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About this blog: So much is right — and wrong — about what is happening in Palo Alto. In this blog I want to discuss all that with you. I know many residents care about this town, and I want to explore our collective interests to help ...  (More)

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A Voter Warning from a Wise Friend

Uploaded: Nov 18, 2019
“Do not be a single-issue voter,” a wise friend once told me. “Elections are too important to waste your vote just because you may agree with a candidate on one issue.”

He was right.

Why do I bring this up now, a year before the presidential election? Because we are playing compare and contrast with the dozen or so Democratic candidates, while at the same time wondering whether the GOP will even allow a Republican to run against Trump. In California, would-be runners for state offices are surfacing, and by spring, local city council candidates will start sprouting up.

Let me provide a hypothetical example of the danger of voting for a candidate because of his stance on a particular issue. Next month Trump, anxious about his re-election, will reverse his position on climate change, admitting it was not a hoax but rather a very real concern and he will say he’ll do everything he can to help control CO2 emissions. A lot of people, especially environmentalists, would be delighted and may decide they will vote for Trump in 2020, believing he will work to protect our waterways, forests and oceans, cut down on coal production, push for higher fuel emission standard and agree plastic straws are environmentally bad.

Now protecting our planet is extremely important. But a president also has a variety of other responsibilities. There’s always the economy to worry about, and jobs, and providing health care at reasonable costs -- and foreign relations. The president is in charge of what is happening between the U.S. and North Korea, Russia, Venezuela, Iran, Iraq, Israel and China. His tariffs are affecting the economy and hurting U.S. farmers.

So if one is a single-issue voter, what about all these other issues a president has to cope with during four or eight years in office?

And while my wise friend said don’t be a single-issue voter, I will add: Don’t dismiss a candidate because of a single issue. For example, some people say they will not vote for Michael Bloomberg because of his previous stand on stop-and-frisk, which, unfortunately targeted minorities, not whites. But Bloomberg’s for a lot of things, including gun control and acting on climate change, issues that may be more important than his stance on stop and frisk.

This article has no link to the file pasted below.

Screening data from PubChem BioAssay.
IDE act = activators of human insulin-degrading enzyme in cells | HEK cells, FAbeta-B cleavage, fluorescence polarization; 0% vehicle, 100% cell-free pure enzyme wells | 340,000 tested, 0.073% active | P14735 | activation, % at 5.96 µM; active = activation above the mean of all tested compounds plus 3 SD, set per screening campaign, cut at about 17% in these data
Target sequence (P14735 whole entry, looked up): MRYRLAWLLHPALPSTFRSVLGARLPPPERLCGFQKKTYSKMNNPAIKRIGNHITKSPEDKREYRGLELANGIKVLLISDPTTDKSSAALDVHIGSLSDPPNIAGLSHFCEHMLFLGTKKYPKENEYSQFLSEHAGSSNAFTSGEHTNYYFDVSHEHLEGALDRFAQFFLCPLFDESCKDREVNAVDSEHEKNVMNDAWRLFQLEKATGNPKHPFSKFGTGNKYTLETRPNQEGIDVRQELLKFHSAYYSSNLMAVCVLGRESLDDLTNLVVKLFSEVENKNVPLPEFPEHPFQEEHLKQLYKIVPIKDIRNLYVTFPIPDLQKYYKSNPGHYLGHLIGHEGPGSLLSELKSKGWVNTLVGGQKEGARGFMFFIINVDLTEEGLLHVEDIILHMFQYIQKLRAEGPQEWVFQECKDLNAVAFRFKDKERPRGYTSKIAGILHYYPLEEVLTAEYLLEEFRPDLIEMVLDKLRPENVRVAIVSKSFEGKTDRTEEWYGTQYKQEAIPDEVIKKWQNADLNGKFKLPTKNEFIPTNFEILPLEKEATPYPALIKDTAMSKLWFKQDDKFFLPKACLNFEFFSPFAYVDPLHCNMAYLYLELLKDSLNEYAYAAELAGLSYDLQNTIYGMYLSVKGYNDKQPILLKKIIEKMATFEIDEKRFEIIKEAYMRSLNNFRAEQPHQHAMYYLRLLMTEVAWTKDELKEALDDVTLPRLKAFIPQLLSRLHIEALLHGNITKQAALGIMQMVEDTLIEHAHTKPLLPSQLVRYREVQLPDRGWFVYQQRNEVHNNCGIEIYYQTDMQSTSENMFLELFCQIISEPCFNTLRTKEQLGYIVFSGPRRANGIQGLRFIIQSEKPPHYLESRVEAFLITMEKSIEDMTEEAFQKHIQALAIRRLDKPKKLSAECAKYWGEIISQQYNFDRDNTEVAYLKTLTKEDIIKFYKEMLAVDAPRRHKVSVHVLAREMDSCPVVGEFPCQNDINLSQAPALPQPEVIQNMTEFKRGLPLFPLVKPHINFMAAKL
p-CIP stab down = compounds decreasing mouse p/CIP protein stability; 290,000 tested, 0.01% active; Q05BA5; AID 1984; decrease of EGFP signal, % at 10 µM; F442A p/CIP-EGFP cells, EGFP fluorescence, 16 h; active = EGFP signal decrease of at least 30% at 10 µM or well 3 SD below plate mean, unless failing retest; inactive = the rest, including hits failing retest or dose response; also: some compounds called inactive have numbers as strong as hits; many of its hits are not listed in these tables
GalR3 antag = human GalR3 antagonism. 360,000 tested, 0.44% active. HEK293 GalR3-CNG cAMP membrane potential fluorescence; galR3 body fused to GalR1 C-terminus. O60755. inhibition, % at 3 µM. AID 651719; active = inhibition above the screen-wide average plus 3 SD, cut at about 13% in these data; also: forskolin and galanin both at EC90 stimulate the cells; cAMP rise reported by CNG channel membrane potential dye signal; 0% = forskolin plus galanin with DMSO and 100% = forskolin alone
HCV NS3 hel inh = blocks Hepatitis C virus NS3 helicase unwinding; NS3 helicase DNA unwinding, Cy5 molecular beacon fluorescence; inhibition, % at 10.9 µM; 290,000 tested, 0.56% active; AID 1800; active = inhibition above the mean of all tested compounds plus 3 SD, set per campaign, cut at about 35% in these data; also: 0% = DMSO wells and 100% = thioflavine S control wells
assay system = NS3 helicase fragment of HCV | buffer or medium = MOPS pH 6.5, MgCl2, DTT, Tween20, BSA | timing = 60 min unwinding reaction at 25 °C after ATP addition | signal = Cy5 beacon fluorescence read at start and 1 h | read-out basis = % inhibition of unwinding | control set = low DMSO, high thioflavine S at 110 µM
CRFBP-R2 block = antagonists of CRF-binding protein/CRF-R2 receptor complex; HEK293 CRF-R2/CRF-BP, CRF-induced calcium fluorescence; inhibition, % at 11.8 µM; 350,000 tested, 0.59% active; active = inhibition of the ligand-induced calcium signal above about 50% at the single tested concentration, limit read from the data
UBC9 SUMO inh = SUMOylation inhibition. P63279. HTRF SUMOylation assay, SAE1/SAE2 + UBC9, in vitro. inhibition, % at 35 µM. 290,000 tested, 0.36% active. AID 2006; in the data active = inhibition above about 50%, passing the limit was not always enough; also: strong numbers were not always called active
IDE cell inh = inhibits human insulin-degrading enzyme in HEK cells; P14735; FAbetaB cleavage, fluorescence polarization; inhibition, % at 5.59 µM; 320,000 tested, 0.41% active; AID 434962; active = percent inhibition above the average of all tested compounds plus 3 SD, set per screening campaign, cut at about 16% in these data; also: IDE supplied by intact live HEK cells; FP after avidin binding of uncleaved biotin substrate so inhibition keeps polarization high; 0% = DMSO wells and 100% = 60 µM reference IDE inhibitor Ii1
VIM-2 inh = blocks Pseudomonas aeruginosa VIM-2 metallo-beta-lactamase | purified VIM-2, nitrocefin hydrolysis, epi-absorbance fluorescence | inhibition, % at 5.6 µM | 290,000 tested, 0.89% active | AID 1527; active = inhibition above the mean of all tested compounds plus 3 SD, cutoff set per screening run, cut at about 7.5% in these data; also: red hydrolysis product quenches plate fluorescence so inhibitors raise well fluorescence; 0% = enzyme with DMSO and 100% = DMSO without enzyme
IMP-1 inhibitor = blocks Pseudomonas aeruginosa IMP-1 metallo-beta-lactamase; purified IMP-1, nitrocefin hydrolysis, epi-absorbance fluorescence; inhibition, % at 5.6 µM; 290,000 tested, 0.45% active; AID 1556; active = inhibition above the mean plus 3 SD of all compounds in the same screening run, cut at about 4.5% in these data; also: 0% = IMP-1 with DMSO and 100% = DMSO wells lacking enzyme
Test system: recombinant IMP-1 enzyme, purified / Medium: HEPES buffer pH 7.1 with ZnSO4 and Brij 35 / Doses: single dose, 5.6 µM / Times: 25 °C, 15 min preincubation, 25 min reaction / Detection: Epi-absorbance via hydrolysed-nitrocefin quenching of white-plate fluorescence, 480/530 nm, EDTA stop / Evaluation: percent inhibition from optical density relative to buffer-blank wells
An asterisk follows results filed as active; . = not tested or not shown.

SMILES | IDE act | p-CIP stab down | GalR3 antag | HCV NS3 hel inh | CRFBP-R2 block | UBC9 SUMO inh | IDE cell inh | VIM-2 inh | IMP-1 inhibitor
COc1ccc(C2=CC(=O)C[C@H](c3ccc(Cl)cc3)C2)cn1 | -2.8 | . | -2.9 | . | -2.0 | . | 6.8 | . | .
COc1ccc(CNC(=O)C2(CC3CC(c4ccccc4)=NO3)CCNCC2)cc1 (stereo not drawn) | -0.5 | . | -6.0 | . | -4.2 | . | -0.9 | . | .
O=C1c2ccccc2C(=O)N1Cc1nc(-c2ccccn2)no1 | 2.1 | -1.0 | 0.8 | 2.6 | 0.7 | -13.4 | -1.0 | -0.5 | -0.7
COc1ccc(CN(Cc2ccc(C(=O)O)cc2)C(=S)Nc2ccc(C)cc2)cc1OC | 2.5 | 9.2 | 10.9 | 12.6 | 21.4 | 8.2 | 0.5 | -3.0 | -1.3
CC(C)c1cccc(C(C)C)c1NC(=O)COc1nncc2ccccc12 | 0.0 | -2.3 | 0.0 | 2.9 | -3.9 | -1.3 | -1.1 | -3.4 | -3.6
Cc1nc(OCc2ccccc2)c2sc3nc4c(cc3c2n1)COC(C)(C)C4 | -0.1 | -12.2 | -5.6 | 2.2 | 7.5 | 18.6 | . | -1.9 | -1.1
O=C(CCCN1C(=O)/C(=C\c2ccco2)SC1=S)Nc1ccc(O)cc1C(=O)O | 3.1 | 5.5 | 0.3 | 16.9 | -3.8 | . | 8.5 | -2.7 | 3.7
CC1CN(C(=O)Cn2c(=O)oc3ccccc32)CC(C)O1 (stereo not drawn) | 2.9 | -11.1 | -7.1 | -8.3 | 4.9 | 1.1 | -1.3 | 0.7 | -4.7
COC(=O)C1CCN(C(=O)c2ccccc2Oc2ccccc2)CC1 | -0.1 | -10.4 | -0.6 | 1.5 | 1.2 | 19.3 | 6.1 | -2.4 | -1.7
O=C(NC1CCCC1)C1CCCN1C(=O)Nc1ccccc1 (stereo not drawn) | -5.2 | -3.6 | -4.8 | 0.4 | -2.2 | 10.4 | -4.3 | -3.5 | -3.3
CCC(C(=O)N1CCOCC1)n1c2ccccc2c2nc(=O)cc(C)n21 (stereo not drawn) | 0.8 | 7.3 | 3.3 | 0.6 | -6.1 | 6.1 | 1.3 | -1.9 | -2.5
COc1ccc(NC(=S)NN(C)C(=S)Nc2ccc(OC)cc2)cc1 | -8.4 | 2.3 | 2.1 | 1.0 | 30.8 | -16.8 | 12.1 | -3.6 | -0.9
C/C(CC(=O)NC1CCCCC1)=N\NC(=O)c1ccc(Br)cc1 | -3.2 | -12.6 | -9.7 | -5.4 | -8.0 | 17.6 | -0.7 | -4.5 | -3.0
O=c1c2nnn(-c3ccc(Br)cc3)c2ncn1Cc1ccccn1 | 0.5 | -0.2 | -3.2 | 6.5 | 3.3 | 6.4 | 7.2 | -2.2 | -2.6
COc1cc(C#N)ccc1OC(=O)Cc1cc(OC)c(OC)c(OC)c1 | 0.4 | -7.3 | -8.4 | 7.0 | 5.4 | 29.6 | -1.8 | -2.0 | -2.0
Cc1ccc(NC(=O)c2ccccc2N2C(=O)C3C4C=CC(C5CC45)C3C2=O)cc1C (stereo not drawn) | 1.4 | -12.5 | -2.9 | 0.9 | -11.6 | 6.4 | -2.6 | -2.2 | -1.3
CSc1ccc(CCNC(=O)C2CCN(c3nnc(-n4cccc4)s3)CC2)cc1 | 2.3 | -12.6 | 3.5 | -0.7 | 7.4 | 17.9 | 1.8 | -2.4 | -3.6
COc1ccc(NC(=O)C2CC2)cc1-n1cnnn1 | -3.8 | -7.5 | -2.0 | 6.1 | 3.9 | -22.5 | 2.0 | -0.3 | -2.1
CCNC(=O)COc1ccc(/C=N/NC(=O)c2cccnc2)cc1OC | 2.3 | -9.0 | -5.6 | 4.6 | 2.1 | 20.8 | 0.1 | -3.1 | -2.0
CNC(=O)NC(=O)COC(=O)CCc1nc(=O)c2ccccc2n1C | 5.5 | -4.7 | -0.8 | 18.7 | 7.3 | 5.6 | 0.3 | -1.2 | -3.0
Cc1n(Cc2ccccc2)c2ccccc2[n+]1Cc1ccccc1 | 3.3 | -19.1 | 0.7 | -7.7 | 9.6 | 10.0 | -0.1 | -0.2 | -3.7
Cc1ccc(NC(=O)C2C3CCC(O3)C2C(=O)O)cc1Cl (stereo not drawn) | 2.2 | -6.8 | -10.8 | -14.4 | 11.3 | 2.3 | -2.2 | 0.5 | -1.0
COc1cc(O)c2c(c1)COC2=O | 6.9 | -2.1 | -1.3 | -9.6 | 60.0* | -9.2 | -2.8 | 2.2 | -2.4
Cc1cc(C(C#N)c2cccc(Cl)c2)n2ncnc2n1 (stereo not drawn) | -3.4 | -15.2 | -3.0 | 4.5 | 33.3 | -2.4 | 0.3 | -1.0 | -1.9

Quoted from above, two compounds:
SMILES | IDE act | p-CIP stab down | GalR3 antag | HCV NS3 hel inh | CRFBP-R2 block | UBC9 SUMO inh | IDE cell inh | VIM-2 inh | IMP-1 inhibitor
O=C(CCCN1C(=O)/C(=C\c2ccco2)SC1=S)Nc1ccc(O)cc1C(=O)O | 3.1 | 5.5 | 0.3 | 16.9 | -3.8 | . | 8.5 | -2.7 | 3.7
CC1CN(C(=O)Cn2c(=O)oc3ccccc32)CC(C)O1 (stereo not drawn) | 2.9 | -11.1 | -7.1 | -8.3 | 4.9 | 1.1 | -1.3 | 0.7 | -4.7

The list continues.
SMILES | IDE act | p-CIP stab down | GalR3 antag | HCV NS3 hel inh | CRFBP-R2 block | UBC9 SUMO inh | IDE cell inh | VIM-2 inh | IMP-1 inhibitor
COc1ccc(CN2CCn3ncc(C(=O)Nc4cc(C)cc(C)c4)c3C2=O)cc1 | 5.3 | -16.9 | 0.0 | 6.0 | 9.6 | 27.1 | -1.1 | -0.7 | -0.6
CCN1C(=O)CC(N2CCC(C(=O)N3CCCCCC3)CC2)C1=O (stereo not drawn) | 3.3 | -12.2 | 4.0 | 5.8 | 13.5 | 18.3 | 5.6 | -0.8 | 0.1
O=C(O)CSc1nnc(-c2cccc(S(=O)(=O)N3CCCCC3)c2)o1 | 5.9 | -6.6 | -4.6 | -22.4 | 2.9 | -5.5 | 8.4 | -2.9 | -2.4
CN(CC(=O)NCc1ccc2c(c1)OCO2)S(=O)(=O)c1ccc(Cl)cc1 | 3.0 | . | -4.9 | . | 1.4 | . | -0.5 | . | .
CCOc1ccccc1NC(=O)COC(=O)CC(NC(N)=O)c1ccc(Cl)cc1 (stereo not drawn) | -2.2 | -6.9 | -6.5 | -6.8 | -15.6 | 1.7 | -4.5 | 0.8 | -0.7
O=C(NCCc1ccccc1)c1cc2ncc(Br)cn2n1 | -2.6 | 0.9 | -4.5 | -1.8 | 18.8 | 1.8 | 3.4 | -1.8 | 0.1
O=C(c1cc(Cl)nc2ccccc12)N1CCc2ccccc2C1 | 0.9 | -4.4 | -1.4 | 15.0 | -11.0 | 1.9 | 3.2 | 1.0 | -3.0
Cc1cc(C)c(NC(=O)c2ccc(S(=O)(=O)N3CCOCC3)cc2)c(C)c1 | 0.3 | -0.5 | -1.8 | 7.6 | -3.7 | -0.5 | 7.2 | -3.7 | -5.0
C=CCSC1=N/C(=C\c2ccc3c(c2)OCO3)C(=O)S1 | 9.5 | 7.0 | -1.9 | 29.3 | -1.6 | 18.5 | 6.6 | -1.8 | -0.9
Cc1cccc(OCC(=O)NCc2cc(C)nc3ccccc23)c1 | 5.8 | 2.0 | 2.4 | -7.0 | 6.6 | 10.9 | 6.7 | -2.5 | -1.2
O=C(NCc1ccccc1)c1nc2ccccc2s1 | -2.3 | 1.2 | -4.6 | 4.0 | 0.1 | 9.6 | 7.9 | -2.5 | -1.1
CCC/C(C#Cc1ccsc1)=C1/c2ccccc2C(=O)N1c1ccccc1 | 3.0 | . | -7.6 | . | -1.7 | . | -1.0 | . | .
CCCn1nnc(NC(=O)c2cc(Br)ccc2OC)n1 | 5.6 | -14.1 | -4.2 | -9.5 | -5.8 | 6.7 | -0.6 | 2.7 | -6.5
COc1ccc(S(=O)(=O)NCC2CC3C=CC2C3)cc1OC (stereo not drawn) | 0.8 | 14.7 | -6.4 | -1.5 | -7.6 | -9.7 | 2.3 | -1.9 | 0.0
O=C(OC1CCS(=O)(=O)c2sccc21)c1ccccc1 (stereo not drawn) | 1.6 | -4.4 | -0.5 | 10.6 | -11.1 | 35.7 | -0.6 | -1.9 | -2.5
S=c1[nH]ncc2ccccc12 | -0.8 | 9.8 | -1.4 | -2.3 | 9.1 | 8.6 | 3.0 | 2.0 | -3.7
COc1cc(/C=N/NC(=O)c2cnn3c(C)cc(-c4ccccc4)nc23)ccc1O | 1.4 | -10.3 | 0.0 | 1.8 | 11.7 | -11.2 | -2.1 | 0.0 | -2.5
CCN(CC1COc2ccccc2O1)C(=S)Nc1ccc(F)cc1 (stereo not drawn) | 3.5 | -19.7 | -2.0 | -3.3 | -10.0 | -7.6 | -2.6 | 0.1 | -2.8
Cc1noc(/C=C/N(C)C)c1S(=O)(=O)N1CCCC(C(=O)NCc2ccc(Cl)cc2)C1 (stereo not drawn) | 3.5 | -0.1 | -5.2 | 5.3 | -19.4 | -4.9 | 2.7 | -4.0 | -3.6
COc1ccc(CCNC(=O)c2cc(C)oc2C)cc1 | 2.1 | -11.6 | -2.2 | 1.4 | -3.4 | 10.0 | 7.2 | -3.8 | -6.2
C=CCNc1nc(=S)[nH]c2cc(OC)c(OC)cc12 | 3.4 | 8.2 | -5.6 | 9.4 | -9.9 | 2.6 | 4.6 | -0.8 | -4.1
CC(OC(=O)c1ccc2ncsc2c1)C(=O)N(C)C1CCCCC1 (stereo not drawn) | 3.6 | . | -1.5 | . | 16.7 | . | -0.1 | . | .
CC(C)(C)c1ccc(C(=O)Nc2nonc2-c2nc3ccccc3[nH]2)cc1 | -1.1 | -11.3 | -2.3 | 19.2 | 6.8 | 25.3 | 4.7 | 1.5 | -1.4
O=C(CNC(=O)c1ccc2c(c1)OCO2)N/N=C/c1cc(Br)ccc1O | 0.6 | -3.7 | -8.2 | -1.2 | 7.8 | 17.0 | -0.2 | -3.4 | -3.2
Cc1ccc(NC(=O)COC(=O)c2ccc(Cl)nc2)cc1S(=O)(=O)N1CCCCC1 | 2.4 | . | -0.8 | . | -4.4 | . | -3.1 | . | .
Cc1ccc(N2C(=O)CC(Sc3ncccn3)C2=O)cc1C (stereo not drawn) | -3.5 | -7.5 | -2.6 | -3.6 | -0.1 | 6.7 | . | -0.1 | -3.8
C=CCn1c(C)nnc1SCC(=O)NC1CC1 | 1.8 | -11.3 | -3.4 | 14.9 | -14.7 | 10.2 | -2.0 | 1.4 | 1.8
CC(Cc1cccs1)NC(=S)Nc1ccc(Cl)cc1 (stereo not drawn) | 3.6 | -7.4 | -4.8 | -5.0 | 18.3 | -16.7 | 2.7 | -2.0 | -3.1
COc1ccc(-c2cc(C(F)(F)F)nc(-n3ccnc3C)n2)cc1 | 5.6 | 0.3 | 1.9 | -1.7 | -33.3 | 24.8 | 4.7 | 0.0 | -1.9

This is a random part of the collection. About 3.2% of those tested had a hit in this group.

I have the same single-issue-vote concern on local matters. In Palo Alto traffic has continued to be the main problem, but no one quite knows what to do about it or how to reduce traffic on all our clogged roads. Sure, a candidate will crop up who will declare s/he wants to solve our traffic problems. Don’t vote for them on just that statement until you find out what the magic solution is.

More affordable housing is also a big concern, and I predict a couple of candidates will call for more housing for everyone. Fine, but how will that affect traffic and what is their solution?

But city council members also vote on other issues. We have the highest general fund we’ve had in years, thanks to escalating housing prices producing higher property tax revenues going into city coffers. But it seems that anytime a new to-do project comes along, council members look to raise more taxes from residents and businesses. That’s one issue we should all look at in judging a candidate.

Another is getting things done faster in town – it’s been almost 10 years since a bicycle bridge across Highway 101 was approved, but building the bridge has not even started. Ditto for work on the possible flooding of the San Francisquito Creek and the Chaucer Bridge. After a decade, where are the solutions?

Or traffic flow around town. The Charleston–Arastradero road east-west passageway in clogged during commute times, but I don’t see council talking about that problem. And residents have been promised for a decade now that the Embarcadero Road-El Camino Road intersection traffic delays will be solved. They haven’t been.

So we have to look to candidates who have views we agree with on a number of issues like this, not just affordable housing, or traffic or spending city money properly.

As I said at the start, elections are a year away. But oftentimes voters make up their minds way before elections, and once a mind is made up, it’s hard to change one’s mind. So be aware now of my wise friend’s warning.
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Comments

 +   5 people like this
Posted by Los Altos Neighbor, a resident of Los Altos,
on Nov 18, 2019 at 5:14 pm

I've said it before. Fixing the housing and traffic problems IS easy but nobody wants to do it because it means converting already built office space to housing. You don't even need to make it "affordable" because increasing the SUPPLY of housing while decreasing the DEMAND for housing with fewer high paying office jobs will do wonders.


 +   5 people like this
Posted by Dan, a resident of Midtown,
on Nov 18, 2019 at 5:14 pm

I admit that I am primarily a single issue voter. My issue of concern is how much of our hard earned freedoms and money will a politician take through increased government regulation and taxes. At the national level, the rest of the political stuff is mostly window dressing apart from foreign policy which is a federal government constitutional role.


 +   3 people like this
Posted by Citizen Realist, a resident of Another Palo Alto neighborhood,
on Nov 18, 2019 at 6:38 pm

@Diana,